The COVID-19 pandemic has upended life around the United States, with most of the country ordering citizens to stay at home and closing all but essential facilities and services. That meant and continues to mean, that shopping centers — and the marketing of them — were upended, too.
Because ShopCore Properties operates grocery-anchored centers, our projects remained open; however, our marketing of them shifted dramatically. Even as some retail property owners were cutting back on marketing, we ramped up our efforts and reallocated our dollars for the new reality. We reversed our pre-COVID goal of attracting more guests to our centers to keeping them away physically but connected emotionally.
Technology was the key. We ensured that our websites were optimized and searchable, and employed search engine marketing (SEM), strategically purchasing digital ads to boost the visibility of our properties’ sites. Fortunately, more time at home meant that most people were spending more time on social media. That became the focus of our communications, helping us personalize messages and continue forging bonds with our shoppers. Tone was important. The goal was not to encourage contests, “likes” or frivolity. Instead, we offered usable information, comfort, and a sense of community. Our team regularly updated our properties’ Facebook and Instagram pages with information about store hours and services.
But we knew that more direct communication was needed to let our guests know that the majority of stores at the properties did not close. To communicate with those not on social media, we employed targeted third-party email lists in each of our markets so we could send messages about what stores were open, what restaurants were providing takeout and delivery, and how they could access services such as DoorDash and Uber Eats. We also let them know about our new Curb Collect program, which helps our mom-and-pop tenants offer the same curbside delivery options (within designated areas of our parking lots) that our anchor stores can provide during the pandemic.
We also adopted other techniques to make sure we are connecting with our guests in the right way. We’ve been utilizing geofencing to market to our shoppers — but that doesn’t work when the shoppers aren’t on site. Instead, we started working with geo-retargeting. With this, we created a virtual fence around the properties, obtained data from two to three months earlier, and geofenced around that.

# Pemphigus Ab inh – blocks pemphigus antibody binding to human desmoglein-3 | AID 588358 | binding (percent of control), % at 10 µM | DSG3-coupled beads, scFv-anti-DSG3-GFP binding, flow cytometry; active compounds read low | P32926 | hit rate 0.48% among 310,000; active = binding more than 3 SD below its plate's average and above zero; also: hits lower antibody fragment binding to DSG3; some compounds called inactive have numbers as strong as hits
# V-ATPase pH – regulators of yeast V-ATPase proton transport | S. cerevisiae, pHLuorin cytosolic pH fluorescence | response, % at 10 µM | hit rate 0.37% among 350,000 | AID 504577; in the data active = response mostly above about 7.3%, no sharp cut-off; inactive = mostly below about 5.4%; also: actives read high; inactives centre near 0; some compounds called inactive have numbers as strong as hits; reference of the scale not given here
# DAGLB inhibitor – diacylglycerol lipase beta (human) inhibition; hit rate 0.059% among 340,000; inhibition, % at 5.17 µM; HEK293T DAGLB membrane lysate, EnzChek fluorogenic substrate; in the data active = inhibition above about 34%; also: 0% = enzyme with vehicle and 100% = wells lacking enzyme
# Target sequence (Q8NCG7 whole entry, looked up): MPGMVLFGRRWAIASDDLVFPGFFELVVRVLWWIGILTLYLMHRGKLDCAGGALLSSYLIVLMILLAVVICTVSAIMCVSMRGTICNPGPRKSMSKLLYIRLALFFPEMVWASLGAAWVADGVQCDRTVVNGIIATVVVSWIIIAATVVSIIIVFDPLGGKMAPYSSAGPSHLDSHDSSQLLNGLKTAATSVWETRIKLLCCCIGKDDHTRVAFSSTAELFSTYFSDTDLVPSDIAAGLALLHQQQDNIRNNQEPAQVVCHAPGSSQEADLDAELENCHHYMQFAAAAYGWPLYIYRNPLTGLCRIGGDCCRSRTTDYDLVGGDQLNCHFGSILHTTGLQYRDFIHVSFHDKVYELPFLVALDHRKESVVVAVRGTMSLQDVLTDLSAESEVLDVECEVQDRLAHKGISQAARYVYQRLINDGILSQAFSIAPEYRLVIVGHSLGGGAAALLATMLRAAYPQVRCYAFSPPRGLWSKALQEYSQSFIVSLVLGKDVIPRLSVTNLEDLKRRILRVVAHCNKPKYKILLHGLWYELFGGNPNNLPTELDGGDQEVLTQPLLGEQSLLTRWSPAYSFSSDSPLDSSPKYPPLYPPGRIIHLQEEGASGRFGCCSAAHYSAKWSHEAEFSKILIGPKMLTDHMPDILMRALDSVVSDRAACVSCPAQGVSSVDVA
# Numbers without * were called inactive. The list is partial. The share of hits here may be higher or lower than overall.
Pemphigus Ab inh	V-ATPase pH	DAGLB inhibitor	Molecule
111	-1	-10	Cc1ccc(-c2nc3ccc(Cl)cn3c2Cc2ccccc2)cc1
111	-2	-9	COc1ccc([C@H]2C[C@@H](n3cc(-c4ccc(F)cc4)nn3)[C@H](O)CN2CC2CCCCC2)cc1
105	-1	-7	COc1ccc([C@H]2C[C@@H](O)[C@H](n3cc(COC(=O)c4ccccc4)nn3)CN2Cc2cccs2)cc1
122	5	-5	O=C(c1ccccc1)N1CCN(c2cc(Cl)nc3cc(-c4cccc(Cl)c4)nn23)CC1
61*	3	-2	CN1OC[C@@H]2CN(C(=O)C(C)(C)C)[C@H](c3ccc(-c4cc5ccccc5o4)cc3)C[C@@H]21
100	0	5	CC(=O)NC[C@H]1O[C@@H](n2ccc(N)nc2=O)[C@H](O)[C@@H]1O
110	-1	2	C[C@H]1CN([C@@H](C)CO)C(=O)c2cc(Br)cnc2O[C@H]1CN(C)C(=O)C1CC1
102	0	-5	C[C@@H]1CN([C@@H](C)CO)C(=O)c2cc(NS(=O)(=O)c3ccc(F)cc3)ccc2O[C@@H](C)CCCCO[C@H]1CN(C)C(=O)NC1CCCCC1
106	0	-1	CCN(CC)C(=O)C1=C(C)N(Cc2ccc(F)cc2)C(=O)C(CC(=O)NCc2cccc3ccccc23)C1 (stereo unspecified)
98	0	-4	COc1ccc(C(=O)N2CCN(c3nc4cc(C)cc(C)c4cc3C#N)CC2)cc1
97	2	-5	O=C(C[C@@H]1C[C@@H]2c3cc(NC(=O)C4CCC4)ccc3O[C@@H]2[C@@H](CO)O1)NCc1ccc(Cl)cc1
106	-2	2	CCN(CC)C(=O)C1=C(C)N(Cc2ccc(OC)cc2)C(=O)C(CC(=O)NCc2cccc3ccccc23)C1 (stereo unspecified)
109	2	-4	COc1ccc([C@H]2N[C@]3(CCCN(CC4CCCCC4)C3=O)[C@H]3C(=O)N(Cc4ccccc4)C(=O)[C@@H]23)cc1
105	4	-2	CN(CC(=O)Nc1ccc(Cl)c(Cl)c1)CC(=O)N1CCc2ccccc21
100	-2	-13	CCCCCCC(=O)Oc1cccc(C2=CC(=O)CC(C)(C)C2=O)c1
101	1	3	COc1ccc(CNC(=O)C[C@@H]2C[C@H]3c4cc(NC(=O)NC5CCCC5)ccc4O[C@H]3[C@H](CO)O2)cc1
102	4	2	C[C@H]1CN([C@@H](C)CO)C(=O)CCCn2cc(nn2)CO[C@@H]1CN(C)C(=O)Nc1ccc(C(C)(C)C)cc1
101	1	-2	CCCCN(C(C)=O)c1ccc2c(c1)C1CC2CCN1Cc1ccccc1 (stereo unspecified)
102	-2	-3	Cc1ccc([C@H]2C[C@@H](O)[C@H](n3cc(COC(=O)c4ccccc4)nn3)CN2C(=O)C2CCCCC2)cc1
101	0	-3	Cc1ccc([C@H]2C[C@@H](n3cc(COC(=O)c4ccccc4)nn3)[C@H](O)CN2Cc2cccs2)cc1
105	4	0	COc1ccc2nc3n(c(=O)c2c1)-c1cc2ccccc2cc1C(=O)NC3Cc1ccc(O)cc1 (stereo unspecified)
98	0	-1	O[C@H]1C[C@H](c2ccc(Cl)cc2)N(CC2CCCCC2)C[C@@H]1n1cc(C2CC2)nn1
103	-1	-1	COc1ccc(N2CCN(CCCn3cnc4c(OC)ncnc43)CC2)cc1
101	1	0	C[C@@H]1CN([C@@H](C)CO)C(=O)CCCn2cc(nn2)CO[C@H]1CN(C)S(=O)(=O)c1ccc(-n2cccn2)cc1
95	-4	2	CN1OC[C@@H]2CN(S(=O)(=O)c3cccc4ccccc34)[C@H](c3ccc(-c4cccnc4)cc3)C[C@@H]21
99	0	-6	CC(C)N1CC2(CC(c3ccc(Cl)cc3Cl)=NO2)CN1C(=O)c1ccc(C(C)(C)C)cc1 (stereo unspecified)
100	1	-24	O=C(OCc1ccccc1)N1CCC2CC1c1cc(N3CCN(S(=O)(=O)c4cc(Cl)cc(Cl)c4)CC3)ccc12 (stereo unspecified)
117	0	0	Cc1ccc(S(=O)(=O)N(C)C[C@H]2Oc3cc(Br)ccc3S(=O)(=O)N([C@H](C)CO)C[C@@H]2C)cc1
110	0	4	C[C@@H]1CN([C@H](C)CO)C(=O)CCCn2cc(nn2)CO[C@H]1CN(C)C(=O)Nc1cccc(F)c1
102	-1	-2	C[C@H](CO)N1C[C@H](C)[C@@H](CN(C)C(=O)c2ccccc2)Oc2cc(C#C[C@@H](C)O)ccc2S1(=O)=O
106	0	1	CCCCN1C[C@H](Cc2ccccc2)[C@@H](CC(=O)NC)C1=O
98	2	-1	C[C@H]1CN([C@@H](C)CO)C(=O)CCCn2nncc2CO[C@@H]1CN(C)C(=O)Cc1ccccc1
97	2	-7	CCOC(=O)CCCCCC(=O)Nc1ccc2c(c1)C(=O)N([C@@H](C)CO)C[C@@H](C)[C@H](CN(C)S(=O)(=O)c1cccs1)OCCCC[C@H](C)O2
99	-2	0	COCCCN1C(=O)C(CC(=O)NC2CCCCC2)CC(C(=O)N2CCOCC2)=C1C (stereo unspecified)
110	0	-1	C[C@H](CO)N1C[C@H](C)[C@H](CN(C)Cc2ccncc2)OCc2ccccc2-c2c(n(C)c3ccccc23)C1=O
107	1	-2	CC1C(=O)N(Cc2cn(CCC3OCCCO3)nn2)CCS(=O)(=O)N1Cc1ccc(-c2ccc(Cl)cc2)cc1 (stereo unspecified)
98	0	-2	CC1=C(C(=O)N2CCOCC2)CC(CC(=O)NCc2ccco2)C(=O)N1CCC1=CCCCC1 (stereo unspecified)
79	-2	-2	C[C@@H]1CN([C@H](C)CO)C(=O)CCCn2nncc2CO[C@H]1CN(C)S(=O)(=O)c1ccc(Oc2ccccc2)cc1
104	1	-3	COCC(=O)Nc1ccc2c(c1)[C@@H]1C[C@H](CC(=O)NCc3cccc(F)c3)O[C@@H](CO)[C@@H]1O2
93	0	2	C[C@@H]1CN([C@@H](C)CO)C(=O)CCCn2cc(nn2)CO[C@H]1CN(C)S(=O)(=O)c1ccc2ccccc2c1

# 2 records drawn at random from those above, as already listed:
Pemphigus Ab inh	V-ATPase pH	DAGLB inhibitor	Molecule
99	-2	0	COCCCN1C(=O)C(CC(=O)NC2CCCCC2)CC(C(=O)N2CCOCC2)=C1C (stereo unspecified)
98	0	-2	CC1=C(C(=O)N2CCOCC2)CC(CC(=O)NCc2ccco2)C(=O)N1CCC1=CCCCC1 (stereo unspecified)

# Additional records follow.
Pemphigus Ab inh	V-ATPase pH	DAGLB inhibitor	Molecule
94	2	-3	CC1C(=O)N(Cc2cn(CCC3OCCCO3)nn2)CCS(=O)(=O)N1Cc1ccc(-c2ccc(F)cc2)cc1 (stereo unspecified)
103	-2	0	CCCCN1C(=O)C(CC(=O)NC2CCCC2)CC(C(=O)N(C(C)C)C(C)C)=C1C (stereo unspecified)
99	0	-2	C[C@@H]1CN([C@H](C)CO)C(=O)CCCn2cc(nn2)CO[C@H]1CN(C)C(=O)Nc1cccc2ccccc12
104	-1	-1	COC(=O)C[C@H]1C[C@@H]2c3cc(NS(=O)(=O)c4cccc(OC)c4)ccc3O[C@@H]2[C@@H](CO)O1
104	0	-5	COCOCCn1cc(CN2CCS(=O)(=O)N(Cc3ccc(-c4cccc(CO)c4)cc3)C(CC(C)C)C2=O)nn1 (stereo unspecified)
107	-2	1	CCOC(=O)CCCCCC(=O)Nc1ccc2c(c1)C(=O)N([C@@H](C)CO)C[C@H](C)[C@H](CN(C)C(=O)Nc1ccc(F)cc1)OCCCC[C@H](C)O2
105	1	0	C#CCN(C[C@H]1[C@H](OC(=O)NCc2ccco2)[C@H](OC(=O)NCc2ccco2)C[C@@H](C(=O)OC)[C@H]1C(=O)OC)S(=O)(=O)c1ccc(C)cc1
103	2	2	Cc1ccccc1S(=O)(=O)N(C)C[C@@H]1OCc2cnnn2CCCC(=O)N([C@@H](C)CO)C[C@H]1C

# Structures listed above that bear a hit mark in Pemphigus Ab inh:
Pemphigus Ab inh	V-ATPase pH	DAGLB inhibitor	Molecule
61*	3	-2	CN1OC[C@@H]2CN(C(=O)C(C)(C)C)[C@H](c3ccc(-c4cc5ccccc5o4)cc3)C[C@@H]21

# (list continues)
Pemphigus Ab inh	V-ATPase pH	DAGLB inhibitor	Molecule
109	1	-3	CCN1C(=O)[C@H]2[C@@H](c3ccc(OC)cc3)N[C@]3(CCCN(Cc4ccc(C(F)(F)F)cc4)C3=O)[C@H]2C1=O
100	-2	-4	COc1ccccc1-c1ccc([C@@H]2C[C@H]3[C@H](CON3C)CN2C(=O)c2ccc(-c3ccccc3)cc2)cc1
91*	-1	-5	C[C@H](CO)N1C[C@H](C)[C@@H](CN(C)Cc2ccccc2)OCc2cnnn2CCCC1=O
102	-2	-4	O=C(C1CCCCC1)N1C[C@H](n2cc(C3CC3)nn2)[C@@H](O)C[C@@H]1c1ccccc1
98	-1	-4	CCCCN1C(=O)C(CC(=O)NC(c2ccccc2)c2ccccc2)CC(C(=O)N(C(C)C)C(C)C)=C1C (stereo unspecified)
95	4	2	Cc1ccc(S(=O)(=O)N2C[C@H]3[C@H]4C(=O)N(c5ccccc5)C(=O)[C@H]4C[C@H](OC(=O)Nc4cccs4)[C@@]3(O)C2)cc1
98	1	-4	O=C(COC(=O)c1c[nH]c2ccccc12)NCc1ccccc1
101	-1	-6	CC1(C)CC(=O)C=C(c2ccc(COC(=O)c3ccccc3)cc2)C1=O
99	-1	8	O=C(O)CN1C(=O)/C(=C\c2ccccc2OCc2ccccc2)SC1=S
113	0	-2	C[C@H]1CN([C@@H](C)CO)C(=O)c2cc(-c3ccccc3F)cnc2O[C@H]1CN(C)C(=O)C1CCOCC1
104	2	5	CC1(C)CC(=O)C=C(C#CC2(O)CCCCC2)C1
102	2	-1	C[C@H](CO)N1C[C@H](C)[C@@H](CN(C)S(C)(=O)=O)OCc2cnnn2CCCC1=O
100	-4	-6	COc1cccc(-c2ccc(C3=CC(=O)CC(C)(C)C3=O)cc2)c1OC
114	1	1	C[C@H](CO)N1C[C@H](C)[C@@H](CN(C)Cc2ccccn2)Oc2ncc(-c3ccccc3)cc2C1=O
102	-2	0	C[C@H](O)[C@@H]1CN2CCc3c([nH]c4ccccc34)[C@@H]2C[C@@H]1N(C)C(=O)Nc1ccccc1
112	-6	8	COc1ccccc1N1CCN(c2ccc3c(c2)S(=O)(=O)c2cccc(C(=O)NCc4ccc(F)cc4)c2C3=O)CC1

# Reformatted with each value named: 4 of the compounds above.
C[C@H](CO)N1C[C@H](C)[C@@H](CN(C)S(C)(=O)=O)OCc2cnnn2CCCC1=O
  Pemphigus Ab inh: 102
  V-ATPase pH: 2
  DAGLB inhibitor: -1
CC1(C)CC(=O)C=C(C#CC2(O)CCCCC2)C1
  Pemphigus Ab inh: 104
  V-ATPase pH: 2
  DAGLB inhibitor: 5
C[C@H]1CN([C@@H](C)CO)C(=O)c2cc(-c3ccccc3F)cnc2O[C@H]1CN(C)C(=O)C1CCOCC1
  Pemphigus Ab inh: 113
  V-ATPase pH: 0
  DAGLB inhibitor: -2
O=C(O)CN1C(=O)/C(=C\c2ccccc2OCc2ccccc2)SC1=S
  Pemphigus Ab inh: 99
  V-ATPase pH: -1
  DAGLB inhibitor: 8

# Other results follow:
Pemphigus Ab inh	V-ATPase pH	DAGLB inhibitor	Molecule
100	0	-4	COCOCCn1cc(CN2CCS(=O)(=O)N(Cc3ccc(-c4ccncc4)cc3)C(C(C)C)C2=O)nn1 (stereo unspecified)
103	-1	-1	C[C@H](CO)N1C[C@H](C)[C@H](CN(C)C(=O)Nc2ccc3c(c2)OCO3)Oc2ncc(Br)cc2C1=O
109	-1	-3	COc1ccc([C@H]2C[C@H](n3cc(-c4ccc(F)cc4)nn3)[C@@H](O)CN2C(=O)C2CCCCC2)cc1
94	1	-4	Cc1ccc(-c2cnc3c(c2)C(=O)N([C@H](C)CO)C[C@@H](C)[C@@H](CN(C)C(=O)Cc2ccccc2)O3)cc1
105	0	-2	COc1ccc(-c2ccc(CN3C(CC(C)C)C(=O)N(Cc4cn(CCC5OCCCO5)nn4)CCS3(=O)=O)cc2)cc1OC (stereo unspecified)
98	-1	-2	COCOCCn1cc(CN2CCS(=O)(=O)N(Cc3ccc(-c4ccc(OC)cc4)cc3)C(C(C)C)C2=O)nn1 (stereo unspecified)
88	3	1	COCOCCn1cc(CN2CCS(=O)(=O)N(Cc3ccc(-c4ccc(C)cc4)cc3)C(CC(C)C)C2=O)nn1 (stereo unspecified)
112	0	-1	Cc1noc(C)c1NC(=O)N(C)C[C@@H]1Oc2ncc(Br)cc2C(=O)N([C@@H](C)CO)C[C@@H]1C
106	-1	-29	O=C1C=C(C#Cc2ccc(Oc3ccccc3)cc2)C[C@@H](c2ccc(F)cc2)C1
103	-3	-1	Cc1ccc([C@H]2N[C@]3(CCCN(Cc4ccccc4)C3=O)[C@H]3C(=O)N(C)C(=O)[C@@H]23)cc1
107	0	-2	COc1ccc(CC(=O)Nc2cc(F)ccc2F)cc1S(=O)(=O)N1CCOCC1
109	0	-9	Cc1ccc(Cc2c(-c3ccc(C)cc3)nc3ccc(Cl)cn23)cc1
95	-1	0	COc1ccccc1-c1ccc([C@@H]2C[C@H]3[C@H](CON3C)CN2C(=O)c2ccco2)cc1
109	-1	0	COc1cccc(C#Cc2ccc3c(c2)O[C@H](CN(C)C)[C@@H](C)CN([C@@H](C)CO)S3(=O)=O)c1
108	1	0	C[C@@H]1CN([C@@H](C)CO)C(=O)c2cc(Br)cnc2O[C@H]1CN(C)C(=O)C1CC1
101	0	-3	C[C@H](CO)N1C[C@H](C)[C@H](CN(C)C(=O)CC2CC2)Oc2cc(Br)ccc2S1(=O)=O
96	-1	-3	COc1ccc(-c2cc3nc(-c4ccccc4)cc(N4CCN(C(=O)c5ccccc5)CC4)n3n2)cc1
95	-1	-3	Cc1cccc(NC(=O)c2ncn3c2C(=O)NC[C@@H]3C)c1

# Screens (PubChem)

The results were dramatic. Our overall Facebook page impressions in April rose 91% over 2019, and our reach on the site rose 196% year-over-year. Instagram impressions increased by a staggering 509% from April 2019 and account reach by 2,686% (that is not a typo). All during a pandemic, which essentially devastated retail.
ShopCore also reached out to the community in another way — assisting our first responders. Every week, we’ve chosen a different police station, fire department, or hospital, and delivered breakfast, lunch, and dinner, which we coordinated with our existing restaurant tenants. We were able to provide support for those on the front lines — and support our tenants, too. The notes of gratitude we received made all of the effort worthwhile.
For example, after donating 400 meals from BJ’s, Edible Arrangements, Hop & Vine and Jason’s Deli from our Alamo Ranch center in San Antonio, Texas to Christus Santa Rosa Hospital, the West Police Substation and Fire Station 45, we got the following messages.
During a pandemic, the hospital was praying for us. That’s community.
The marketing team also had to shift our annual Bracket Battle challenge to raise funds for CoreGiving.org, LivCor and ShopCore’s foundation dedicated to ending child hunger, to an overall campaign that distributes 100% of its donations to over 20 food banks around the country. Done within days, it continues to raise much-needed funds (nearly $700,000 when this article gets posted) to help hungry children in need, especially those who relied on meals from now-closed schools for their nutrition.
Another critical audience was our tenants. Though our grocers remained open, service providers and mom-and-pop specialty stores were shuttered and needed help. We created a COVID-19 resource page on our website, with videos offering information and advice, and links to federal and state agencies.
Even as we did all of the above, we were looking to a happier future, creating a plan to reintroduce on-site shopping when restrictions are eased and lifted. ShopCore is executing this through a detailed “30/60/90 Day Back to Business” marketing plan that sees our stores (and communications to shoppers) ramping up incrementally. For the first 30 days, we plan for our properties to be at 25% capacity, increasing by 25% every 30 days until we’re at full functionality. Because situations at each center can vary, this is a working plan that can be adapted as circumstances demand.
We will still run events, including outdoor group fitness classes, with the required social distancing. A concert in the park can be safer if we place decals on the grass to indicate where people can sit. And there will be more to decide and offer, based on community needs.
That, perhaps, was the most significant marketing lesson reinforced in the age of COVID-19. We are fortunate at ShopCore Properties in that we market and operate necessity retail. Most of our businesses remained open, albeit substantially altered, and as a result, have provided goods and services during a time of uncertainty and tragedy. As we reopen, we hope our shoppers believe that our properties are part of the fabric of the community, there for them in bad times and in good.